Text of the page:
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Conservative efforts to blast Clinton falling on deaf ears

Some of my politically conservative compeers have been telling wild tales about the Clinton administration.

They see vast conspiracies in the small-time chicanery of Whitewater, Castle Grande and the Madison Guaranty Savings and Loan. They view the shabby, provincial Rose Law Firm as a super-villain cabal worth a new Batman film.They experience fits of credulity about drug smuggling at the airport in Mena, Ark., and an adolescent Bill Clinton's KGB contacts.

They monger gossip about the Clintons participating in a rich and varied social life, and they claim that webs of hidden influence are spun from such extramaritalities.

I'm a right-wing nut myself - believing in flat tax, God and other things liberals find incredible. But I do not believe Vince Foster was kidnapped by space aliens whatever the latest canard is. More likely Foster came to Washington with people he thought were friends, hated the place, was having personal problems and then discovered that he was to be left holding a large bag of Whitewater effluvium.

In the matter of his death, poor Foster had what a prosecutor would call "motive, means and opportunity."

I don't understand why conservatives resort to the fabulous to discredit such a less-than-fabulous administration. The energy would be better spent attacking Clinton's political principles - if and when he shows any.

Maybe Clinton is so elusive that conservatives are driven to romance by frustration.

Here is a man who no one disputes is untrustworthy but whom everyone agrees to like. A man of dubious courage and character who defeats two war heroes. A man who beats Republicans by running as one. A man who is able to use arguments from the right, the left and from thin air (global warming) to further a political agenda that seems to consist of nothing but making everything more political.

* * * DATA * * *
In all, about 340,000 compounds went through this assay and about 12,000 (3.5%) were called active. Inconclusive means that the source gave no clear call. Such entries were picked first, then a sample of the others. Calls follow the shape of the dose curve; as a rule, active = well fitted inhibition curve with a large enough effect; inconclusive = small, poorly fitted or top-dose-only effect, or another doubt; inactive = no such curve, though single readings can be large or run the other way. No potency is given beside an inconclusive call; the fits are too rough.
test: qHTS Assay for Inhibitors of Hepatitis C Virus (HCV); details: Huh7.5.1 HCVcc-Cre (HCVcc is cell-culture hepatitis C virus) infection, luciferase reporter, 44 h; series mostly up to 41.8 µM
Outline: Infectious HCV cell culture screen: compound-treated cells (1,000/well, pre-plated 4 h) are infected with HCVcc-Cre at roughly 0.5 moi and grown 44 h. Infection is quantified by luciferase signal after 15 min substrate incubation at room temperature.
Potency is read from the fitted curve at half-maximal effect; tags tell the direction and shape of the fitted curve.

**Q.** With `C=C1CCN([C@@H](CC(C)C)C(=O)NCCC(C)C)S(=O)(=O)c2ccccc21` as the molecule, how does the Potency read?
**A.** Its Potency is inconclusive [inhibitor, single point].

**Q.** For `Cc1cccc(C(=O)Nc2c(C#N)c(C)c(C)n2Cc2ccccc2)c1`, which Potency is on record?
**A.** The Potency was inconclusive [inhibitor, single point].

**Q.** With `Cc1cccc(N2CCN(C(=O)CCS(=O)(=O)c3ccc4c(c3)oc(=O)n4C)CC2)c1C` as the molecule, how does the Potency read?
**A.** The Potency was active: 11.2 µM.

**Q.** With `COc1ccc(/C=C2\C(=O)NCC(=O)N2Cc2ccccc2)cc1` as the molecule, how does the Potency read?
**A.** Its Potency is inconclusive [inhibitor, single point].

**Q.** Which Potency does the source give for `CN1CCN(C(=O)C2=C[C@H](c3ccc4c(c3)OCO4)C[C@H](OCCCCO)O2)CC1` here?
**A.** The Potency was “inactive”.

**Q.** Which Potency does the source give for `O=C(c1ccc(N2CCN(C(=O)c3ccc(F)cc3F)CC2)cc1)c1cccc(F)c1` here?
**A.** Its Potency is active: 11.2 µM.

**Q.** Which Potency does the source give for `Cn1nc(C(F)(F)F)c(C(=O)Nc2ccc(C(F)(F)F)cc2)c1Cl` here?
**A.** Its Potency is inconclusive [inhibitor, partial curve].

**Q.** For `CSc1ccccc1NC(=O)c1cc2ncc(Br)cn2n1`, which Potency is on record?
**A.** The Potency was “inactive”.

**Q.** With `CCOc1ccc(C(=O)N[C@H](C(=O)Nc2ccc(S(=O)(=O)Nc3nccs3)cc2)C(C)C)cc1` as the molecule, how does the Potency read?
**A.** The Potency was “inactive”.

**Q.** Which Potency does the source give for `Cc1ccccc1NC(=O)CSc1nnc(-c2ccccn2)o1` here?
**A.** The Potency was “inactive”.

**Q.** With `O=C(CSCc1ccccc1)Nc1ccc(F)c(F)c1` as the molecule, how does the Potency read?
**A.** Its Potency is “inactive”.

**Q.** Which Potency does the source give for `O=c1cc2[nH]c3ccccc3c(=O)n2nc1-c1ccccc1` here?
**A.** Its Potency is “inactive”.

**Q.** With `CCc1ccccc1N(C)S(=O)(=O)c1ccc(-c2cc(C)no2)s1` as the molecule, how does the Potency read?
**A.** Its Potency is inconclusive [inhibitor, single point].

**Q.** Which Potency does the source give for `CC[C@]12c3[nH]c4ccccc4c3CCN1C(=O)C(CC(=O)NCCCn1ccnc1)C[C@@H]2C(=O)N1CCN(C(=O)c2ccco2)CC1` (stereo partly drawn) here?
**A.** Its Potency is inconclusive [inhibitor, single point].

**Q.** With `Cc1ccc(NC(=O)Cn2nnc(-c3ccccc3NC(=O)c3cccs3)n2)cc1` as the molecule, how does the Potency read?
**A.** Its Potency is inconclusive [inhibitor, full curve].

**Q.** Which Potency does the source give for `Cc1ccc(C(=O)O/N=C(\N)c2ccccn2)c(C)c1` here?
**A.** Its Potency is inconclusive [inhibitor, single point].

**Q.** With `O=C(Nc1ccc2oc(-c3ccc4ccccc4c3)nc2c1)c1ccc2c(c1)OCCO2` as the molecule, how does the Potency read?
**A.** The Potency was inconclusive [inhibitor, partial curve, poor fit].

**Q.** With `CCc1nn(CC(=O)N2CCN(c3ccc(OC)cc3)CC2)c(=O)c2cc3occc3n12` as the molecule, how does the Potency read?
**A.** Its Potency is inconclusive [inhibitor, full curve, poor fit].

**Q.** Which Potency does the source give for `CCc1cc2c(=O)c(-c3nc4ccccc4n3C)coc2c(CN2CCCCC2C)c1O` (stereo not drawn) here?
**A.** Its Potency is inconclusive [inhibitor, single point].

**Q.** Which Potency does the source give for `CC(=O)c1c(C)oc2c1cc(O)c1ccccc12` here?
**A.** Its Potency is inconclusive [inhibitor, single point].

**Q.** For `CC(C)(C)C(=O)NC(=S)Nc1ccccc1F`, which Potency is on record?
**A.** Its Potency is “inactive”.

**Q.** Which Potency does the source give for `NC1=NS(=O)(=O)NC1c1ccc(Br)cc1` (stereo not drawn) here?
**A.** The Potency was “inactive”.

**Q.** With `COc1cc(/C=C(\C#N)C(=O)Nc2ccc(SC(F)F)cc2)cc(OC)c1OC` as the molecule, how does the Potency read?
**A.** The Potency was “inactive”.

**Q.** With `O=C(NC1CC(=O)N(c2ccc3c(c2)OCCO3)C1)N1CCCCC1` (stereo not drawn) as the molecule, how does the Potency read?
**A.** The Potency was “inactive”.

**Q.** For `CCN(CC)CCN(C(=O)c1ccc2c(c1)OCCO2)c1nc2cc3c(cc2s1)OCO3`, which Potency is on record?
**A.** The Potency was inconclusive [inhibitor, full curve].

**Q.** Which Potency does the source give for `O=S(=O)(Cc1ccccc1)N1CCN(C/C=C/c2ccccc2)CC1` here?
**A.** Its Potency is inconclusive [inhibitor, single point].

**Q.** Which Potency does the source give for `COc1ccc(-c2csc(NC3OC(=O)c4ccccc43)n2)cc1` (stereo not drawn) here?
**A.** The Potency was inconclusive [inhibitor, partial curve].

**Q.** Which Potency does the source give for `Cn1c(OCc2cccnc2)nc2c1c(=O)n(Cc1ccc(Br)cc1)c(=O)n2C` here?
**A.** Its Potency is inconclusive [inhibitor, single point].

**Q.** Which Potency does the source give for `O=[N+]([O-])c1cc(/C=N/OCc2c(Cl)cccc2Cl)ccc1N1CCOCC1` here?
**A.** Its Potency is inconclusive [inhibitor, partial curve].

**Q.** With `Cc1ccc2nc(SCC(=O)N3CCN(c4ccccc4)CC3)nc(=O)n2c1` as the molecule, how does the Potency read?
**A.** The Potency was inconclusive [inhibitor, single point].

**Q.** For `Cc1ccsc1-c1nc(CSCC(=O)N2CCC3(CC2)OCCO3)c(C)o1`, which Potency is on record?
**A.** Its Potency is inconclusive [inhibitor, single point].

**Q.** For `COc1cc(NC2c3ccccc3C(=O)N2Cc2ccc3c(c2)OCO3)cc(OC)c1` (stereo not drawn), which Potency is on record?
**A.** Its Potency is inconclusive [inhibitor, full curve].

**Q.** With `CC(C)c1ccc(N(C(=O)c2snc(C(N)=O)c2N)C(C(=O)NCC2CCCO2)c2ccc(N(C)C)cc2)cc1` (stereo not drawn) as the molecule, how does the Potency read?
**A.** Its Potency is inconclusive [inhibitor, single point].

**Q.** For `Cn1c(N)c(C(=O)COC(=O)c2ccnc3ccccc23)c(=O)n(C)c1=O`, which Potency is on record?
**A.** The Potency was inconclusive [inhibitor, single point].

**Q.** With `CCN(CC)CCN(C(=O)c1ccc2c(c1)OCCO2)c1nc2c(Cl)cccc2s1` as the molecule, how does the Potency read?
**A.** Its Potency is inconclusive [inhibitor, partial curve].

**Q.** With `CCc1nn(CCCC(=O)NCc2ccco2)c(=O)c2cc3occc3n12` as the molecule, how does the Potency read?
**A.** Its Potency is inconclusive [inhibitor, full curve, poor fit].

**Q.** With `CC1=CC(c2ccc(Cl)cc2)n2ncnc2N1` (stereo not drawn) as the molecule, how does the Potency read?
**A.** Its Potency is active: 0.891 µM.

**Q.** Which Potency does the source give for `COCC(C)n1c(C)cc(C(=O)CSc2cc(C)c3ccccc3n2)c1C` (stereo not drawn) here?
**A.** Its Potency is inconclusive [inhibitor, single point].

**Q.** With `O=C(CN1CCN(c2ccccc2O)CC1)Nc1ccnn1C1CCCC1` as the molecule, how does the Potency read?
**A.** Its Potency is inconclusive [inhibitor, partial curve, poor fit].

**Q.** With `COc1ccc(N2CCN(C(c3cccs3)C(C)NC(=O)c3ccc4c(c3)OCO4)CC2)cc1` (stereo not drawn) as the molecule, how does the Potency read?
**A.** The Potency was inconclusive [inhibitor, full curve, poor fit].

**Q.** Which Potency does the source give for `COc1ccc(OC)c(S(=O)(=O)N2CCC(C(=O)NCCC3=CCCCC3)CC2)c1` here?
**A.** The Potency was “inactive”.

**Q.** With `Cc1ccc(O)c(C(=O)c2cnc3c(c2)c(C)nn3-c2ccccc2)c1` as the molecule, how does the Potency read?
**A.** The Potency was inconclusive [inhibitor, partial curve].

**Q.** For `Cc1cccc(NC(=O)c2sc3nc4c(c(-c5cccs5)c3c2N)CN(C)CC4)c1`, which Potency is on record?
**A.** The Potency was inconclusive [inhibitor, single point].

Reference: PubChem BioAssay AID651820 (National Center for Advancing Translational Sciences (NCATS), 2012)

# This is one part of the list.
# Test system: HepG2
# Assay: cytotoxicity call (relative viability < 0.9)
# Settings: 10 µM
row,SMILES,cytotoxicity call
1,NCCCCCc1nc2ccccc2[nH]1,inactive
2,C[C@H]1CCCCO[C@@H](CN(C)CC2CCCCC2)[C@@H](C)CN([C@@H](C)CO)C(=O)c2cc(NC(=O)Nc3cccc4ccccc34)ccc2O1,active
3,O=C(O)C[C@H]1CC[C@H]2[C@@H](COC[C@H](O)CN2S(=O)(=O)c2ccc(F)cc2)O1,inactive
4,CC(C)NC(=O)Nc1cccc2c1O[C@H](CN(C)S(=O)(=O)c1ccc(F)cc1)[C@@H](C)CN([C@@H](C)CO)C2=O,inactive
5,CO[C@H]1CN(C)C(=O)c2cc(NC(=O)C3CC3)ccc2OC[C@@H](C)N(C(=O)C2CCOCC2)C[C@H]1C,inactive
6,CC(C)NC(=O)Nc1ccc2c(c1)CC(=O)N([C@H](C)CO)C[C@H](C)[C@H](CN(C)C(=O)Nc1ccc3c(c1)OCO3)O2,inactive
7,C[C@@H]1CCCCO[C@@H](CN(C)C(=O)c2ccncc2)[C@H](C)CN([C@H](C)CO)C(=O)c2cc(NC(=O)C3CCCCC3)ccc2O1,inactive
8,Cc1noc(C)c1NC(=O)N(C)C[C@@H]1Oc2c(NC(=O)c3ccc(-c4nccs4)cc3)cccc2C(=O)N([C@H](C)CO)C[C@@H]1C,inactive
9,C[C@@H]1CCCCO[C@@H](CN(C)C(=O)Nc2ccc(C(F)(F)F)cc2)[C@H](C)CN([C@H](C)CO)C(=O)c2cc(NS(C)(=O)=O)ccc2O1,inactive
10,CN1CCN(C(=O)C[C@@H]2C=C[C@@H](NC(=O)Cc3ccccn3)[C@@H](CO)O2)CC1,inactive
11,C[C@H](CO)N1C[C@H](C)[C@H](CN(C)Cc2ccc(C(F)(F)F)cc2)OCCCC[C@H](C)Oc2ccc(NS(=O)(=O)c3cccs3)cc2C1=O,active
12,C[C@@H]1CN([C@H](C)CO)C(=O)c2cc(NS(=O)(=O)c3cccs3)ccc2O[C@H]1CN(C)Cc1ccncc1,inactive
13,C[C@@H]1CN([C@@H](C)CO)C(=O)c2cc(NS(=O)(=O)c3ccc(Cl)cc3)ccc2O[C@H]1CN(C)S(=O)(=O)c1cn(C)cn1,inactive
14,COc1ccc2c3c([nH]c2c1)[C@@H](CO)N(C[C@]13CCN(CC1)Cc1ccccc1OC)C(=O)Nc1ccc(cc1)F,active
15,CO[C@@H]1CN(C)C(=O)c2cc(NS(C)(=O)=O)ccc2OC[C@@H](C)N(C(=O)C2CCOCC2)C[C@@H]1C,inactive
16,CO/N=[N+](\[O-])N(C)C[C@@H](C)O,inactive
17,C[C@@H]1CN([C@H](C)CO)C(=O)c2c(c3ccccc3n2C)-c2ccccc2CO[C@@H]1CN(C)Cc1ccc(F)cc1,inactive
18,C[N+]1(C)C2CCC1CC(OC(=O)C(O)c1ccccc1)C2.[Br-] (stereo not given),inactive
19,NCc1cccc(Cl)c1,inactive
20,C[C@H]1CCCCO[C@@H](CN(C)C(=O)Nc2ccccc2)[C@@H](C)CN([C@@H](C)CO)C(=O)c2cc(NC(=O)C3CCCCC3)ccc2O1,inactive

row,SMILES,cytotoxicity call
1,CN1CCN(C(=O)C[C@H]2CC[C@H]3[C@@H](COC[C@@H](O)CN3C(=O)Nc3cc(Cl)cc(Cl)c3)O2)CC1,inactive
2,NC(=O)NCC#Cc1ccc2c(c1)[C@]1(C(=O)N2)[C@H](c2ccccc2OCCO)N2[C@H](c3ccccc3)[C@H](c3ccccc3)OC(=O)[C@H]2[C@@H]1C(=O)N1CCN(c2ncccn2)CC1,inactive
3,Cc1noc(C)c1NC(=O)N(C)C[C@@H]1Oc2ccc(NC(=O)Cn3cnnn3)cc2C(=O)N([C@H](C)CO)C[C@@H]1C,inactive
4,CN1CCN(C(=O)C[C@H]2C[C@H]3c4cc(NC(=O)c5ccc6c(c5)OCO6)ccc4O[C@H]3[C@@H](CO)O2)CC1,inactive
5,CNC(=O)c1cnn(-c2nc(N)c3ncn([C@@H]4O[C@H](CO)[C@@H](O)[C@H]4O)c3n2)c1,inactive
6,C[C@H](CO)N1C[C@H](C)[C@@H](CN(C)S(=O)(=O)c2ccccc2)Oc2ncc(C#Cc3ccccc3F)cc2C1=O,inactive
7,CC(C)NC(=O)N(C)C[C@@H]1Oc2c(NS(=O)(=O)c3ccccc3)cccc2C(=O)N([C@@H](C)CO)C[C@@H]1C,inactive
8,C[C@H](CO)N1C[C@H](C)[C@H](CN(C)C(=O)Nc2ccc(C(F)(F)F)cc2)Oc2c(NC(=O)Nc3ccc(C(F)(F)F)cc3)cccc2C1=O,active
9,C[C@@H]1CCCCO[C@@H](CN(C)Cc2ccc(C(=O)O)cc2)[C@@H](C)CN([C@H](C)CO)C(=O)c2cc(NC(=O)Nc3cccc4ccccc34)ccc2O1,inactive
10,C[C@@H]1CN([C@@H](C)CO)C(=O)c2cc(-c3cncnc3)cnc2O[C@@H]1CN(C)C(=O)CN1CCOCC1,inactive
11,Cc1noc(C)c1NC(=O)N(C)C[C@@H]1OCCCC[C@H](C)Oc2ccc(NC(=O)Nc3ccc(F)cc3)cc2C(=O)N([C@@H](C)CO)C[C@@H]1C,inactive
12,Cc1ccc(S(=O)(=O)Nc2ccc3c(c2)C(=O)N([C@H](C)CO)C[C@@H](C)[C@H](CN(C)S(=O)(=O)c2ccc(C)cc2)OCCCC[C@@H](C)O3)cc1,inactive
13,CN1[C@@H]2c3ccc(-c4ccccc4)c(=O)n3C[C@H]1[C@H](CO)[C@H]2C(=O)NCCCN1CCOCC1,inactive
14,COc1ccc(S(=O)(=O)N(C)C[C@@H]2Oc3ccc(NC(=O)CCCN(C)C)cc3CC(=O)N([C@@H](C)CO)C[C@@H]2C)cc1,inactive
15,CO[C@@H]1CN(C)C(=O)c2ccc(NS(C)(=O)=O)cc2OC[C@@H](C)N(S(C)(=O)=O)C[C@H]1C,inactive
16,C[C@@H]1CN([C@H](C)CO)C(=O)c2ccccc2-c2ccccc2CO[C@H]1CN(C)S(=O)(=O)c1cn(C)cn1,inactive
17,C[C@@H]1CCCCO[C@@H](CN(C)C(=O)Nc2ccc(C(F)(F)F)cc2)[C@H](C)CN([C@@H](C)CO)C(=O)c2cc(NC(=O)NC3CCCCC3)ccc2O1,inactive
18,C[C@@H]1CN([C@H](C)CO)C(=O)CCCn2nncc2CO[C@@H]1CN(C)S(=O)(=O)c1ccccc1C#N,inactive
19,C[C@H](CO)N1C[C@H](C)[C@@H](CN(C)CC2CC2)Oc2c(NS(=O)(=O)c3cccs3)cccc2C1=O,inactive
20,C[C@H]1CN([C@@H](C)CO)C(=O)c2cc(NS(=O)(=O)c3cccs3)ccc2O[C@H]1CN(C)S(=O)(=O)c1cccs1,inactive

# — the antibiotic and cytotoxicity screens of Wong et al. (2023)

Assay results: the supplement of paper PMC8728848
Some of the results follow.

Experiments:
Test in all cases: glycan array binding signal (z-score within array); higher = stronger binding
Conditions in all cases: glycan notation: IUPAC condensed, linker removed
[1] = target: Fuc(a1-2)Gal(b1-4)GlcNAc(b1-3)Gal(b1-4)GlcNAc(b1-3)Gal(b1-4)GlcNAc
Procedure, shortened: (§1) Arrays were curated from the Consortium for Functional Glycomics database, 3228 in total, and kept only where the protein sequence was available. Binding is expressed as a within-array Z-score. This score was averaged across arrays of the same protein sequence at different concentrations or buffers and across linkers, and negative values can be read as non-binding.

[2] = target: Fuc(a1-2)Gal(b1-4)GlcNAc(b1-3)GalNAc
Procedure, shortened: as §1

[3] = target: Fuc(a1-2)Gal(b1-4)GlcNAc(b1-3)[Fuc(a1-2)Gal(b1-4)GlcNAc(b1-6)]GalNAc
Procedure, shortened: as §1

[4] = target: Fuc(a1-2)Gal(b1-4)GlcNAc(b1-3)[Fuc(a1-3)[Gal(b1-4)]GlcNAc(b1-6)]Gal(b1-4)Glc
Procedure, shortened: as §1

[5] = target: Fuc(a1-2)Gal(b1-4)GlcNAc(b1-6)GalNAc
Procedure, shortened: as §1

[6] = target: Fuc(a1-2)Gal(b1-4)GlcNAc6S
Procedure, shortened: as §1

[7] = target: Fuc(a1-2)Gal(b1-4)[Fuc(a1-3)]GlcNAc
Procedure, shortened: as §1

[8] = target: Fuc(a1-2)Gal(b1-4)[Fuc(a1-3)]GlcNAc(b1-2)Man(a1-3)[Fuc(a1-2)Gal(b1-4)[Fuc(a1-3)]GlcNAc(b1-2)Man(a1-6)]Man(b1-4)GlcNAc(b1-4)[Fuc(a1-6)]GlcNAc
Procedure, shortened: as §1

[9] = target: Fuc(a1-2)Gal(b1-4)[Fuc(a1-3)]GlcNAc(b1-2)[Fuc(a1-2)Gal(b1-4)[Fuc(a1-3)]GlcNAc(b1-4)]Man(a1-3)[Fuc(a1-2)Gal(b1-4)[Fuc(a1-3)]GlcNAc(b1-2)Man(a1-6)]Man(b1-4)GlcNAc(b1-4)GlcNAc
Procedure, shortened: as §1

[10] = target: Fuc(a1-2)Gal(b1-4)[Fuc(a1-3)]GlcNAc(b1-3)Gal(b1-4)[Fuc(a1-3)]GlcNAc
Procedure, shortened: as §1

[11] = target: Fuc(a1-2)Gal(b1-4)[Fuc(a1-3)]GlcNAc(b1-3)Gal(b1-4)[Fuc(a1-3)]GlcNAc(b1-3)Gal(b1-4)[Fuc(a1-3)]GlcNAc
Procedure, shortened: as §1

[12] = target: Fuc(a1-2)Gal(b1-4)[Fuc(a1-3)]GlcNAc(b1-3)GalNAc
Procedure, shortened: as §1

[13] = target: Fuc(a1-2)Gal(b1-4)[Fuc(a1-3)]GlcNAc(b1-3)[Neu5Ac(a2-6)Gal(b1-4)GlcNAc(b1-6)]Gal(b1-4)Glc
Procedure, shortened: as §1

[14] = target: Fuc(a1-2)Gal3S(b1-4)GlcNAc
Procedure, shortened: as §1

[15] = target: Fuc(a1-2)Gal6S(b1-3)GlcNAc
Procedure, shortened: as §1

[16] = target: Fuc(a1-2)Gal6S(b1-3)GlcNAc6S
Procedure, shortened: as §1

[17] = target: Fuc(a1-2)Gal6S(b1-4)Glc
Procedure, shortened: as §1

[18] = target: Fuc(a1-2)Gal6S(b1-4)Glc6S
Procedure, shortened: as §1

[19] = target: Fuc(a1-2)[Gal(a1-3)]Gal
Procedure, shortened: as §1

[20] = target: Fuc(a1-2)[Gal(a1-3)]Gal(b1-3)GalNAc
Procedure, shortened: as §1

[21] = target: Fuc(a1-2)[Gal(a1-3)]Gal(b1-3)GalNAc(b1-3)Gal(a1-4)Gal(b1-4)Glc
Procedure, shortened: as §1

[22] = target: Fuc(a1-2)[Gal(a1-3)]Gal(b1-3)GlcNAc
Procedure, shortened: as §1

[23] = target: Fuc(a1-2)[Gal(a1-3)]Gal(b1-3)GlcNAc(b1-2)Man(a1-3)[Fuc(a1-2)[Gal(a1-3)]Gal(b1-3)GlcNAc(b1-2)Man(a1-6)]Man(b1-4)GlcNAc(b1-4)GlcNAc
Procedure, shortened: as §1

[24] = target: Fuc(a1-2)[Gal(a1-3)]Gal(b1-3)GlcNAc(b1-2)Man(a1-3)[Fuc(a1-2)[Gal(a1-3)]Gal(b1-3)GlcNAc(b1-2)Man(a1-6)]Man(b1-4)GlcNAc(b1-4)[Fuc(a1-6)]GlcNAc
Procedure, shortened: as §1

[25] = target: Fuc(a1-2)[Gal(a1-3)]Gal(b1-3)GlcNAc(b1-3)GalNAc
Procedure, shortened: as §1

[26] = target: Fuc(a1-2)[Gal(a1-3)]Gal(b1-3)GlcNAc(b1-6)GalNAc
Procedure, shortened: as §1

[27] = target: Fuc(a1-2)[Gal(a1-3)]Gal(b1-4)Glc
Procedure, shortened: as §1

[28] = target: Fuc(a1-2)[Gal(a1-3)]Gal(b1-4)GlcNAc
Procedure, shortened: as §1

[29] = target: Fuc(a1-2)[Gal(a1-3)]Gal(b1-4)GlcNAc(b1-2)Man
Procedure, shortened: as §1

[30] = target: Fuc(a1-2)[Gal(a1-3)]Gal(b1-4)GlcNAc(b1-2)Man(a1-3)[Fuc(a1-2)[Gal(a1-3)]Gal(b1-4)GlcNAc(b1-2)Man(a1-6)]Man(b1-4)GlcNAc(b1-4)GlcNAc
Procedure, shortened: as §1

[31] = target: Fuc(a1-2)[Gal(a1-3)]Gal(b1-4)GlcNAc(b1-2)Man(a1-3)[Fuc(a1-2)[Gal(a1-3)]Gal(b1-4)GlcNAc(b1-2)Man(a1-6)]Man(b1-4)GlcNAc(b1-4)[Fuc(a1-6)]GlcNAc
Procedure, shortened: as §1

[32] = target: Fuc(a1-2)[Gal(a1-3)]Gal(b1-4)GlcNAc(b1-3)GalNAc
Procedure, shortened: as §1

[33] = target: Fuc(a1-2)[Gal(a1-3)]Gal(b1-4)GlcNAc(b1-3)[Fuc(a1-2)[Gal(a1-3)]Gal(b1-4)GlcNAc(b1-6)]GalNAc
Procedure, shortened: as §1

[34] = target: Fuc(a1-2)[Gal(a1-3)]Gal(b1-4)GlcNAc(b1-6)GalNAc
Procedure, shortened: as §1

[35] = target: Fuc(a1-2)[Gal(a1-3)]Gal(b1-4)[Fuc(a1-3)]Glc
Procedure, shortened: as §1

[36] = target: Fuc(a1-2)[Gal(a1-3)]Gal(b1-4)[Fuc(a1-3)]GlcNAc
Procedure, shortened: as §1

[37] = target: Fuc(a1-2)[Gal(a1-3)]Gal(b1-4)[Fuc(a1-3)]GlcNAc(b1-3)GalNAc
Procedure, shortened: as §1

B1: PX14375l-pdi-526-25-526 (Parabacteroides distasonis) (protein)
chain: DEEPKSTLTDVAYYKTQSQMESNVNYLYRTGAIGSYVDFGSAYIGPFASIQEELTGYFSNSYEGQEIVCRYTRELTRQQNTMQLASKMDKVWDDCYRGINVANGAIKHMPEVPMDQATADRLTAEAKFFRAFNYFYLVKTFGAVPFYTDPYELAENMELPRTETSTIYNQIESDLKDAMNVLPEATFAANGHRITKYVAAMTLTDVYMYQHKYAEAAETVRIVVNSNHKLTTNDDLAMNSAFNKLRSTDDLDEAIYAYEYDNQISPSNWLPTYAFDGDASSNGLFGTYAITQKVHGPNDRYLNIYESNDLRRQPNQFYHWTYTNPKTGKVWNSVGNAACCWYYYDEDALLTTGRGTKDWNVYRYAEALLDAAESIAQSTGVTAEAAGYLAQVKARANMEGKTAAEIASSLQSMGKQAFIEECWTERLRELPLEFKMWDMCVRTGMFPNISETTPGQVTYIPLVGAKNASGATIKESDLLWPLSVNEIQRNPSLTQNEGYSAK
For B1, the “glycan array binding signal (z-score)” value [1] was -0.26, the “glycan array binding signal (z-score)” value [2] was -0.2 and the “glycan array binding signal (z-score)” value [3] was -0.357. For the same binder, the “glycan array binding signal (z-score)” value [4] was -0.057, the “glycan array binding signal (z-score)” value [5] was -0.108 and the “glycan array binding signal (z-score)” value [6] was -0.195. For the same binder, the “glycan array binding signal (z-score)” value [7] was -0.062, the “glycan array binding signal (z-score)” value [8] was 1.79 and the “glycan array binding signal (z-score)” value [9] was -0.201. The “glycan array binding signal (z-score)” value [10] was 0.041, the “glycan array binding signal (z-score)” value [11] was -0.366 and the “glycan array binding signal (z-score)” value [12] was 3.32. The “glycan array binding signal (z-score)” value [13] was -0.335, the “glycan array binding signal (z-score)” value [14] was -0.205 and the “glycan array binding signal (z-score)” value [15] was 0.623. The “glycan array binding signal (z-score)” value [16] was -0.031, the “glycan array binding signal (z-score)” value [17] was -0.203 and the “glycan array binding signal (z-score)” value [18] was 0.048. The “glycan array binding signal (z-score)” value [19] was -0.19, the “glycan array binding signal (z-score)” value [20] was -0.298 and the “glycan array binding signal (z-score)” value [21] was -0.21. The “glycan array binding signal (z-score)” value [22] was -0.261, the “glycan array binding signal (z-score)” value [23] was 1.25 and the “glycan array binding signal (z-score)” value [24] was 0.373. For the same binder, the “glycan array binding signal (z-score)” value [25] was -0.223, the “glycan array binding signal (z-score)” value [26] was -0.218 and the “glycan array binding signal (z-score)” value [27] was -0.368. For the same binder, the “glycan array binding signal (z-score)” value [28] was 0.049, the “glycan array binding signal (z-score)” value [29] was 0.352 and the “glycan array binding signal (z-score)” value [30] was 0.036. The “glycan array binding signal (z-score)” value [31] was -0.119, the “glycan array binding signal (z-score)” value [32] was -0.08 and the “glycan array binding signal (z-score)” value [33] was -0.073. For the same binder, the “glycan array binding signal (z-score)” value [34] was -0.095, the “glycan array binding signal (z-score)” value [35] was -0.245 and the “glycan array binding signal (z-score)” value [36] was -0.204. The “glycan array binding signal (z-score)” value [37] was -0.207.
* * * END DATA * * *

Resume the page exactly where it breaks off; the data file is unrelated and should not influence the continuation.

Conspiracy theories are the traditional consolation of the powerless, and conservatives feel powerless watching Clinton benefit from the Cold War victory and the free-market success won by conservative ideas.

In the past we've seen powerless conservatives create McCarthyism, the John Birch Society and water fluoridation hysteria just as we've seen powerless liberals create psychology, sociology, anthropology and political science. Now it's the conservatives' turn to play the fools again.

Conspiracy theories are also the consolation of the stupid. Bill Clinton as president is a perplexing phenomenon. A conspiracy might explain it.

But liberals do not have a monopoly on thickheadedness. When a stupid person espouses a conspiracy theory, he is saying, "The world is so stupid that, given some special information, even I can understand it."

The best reason for conservatives to pull the longbow about the presidency is to get attention. The public is not listening to the substantive points - about sloppy foreign policy, entitlement burdens, military unpreparedness and other fundamental issues.

Amid no international threats and a booming economy, the public doesn't care about political principles. Americans support family values legislation, then go out and act like the cast of "Melrose Place."

They vote for tax cuts, they vote for benefit increases, or they don't vote at all.

If it makes conservatives feel better, nobody is listening to Clinton either. Clinton and the conservative bunko merchants should go on one of those daytime TV shows. The president could confess that he did everything of which he's accused. The conservative pundits could admit they made it all up.

All concerned could hug and cry. And maybe somebody would tune in.